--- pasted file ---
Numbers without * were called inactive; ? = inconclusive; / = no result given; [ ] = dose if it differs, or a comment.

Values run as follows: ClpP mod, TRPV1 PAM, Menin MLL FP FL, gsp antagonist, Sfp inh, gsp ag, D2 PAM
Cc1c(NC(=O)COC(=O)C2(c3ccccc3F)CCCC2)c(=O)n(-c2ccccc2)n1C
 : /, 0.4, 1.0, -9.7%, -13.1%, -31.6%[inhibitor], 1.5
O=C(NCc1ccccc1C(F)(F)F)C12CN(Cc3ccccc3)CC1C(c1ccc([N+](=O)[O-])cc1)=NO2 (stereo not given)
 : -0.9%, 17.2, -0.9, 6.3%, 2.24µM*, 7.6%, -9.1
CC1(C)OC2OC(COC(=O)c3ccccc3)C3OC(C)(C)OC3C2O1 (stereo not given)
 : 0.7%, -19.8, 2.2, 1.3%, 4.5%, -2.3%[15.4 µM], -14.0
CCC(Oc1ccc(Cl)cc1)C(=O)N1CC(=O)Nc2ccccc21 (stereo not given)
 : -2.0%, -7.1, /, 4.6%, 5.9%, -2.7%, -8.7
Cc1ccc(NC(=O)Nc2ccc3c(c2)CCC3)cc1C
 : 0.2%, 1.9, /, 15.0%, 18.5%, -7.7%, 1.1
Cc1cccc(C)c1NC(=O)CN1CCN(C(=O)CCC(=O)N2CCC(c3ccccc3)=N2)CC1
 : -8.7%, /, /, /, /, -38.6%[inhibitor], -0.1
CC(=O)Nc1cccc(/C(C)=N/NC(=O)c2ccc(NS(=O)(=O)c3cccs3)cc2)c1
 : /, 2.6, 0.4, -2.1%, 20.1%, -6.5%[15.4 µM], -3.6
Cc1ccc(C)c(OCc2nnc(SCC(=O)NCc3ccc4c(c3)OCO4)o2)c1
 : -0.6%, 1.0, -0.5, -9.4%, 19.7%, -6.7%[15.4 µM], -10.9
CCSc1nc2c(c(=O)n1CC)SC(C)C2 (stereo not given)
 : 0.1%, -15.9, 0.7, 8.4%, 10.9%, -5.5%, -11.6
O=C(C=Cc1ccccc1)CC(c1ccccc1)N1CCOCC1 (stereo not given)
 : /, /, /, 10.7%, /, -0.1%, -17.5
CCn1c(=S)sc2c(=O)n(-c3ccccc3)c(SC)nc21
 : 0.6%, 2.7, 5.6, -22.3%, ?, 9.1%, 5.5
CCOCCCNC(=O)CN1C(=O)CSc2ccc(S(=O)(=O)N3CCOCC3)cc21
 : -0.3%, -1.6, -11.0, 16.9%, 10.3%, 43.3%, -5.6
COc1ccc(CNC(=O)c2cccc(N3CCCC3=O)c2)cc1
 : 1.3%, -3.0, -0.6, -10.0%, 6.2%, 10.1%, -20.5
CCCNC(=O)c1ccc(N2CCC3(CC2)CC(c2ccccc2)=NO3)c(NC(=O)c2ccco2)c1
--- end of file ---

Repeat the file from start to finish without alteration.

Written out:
Numbers without * were called inactive; ? = inconclusive; / = no result given; [ ] = dose if it differs, or a comment.

Values run as follows: ClpP mod, TRPV1 PAM, Menin MLL FP FL, gsp antagonist, Sfp inh, gsp ag, D2 PAM
Cc1c(NC(=O)COC(=O)C2(c3ccccc3F)CCCC2)c(=O)n(-c2ccccc2)n1C
 : /, 0.4, 1.0, -9.7%, -13.1%, -31.6%[inhibitor], 1.5
O=C(NCc1ccccc1C(F)(F)F)C12CN(Cc3ccccc3)CC1C(c1ccc([N+](=O)[O-])cc1)=NO2 (stereo not given)
 : -0.9%, 17.2, -0.9, 6.3%, 2.24µM*, 7.6%, -9.1
CC1(C)OC2OC(COC(=O)c3ccccc3)C3OC(C)(C)OC3C2O1 (stereo not given)
 : 0.7%, -19.8, 2.2, 1.3%, 4.5%, -2.3%[15.4 µM], -14.0
CCC(Oc1ccc(Cl)cc1)C(=O)N1CC(=O)Nc2ccccc21 (stereo not given)
 : -2.0%, -7.1, /, 4.6%, 5.9%, -2.7%, -8.7
Cc1ccc(NC(=O)Nc2ccc3c(c2)CCC3)cc1C
 : 0.2%, 1.9, /, 15.0%, 18.5%, -7.7%, 1.1
Cc1cccc(C)c1NC(=O)CN1CCN(C(=O)CCC(=O)N2CCC(c3ccccc3)=N2)CC1
 : -8.7%, /, /, /, /, -38.6%[inhibitor], -0.1
CC(=O)Nc1cccc(/C(C)=N/NC(=O)c2ccc(NS(=O)(=O)c3cccs3)cc2)c1
 : /, 2.6, 0.4, -2.1%, 20.1%, -6.5%[15.4 µM], -3.6
Cc1ccc(C)c(OCc2nnc(SCC(=O)NCc3ccc4c(c3)OCO4)o2)c1
 : -0.6%, 1.0, -0.5, -9.4%, 19.7%, -6.7%[15.4 µM], -10.9
CCSc1nc2c(c(=O)n1CC)SC(C)C2 (stereo not given)
 : 0.1%, -15.9, 0.7, 8.4%, 10.9%, -5.5%, -11.6
O=C(C=Cc1ccccc1)CC(c1ccccc1)N1CCOCC1 (stereo not given)
 : /, /, /, 10.7%, /, -0.1%, -17.5
CCn1c(=S)sc2c(=O)n(-c3ccccc3)c(SC)nc21
 : 0.6%, 2.7, 5.6, -22.3%, ?, 9.1%, 5.5
CCOCCCNC(=O)CN1C(=O)CSc2ccc(S(=O)(=O)N3CCOCC3)cc21
 : -0.3%, -1.6, -11.0, 16.9%, 10.3%, 43.3%, -5.6
COc1ccc(CNC(=O)c2cccc(N3CCCC3=O)c2)cc1
 : 1.3%, -3.0, -0.6, -10.0%, 6.2%, 10.1%, -20.5
CCCNC(=O)c1ccc(N2CCC3(CC2)CC(c2ccccc2)=NO3)c(NC(=O)c2ccco2)c1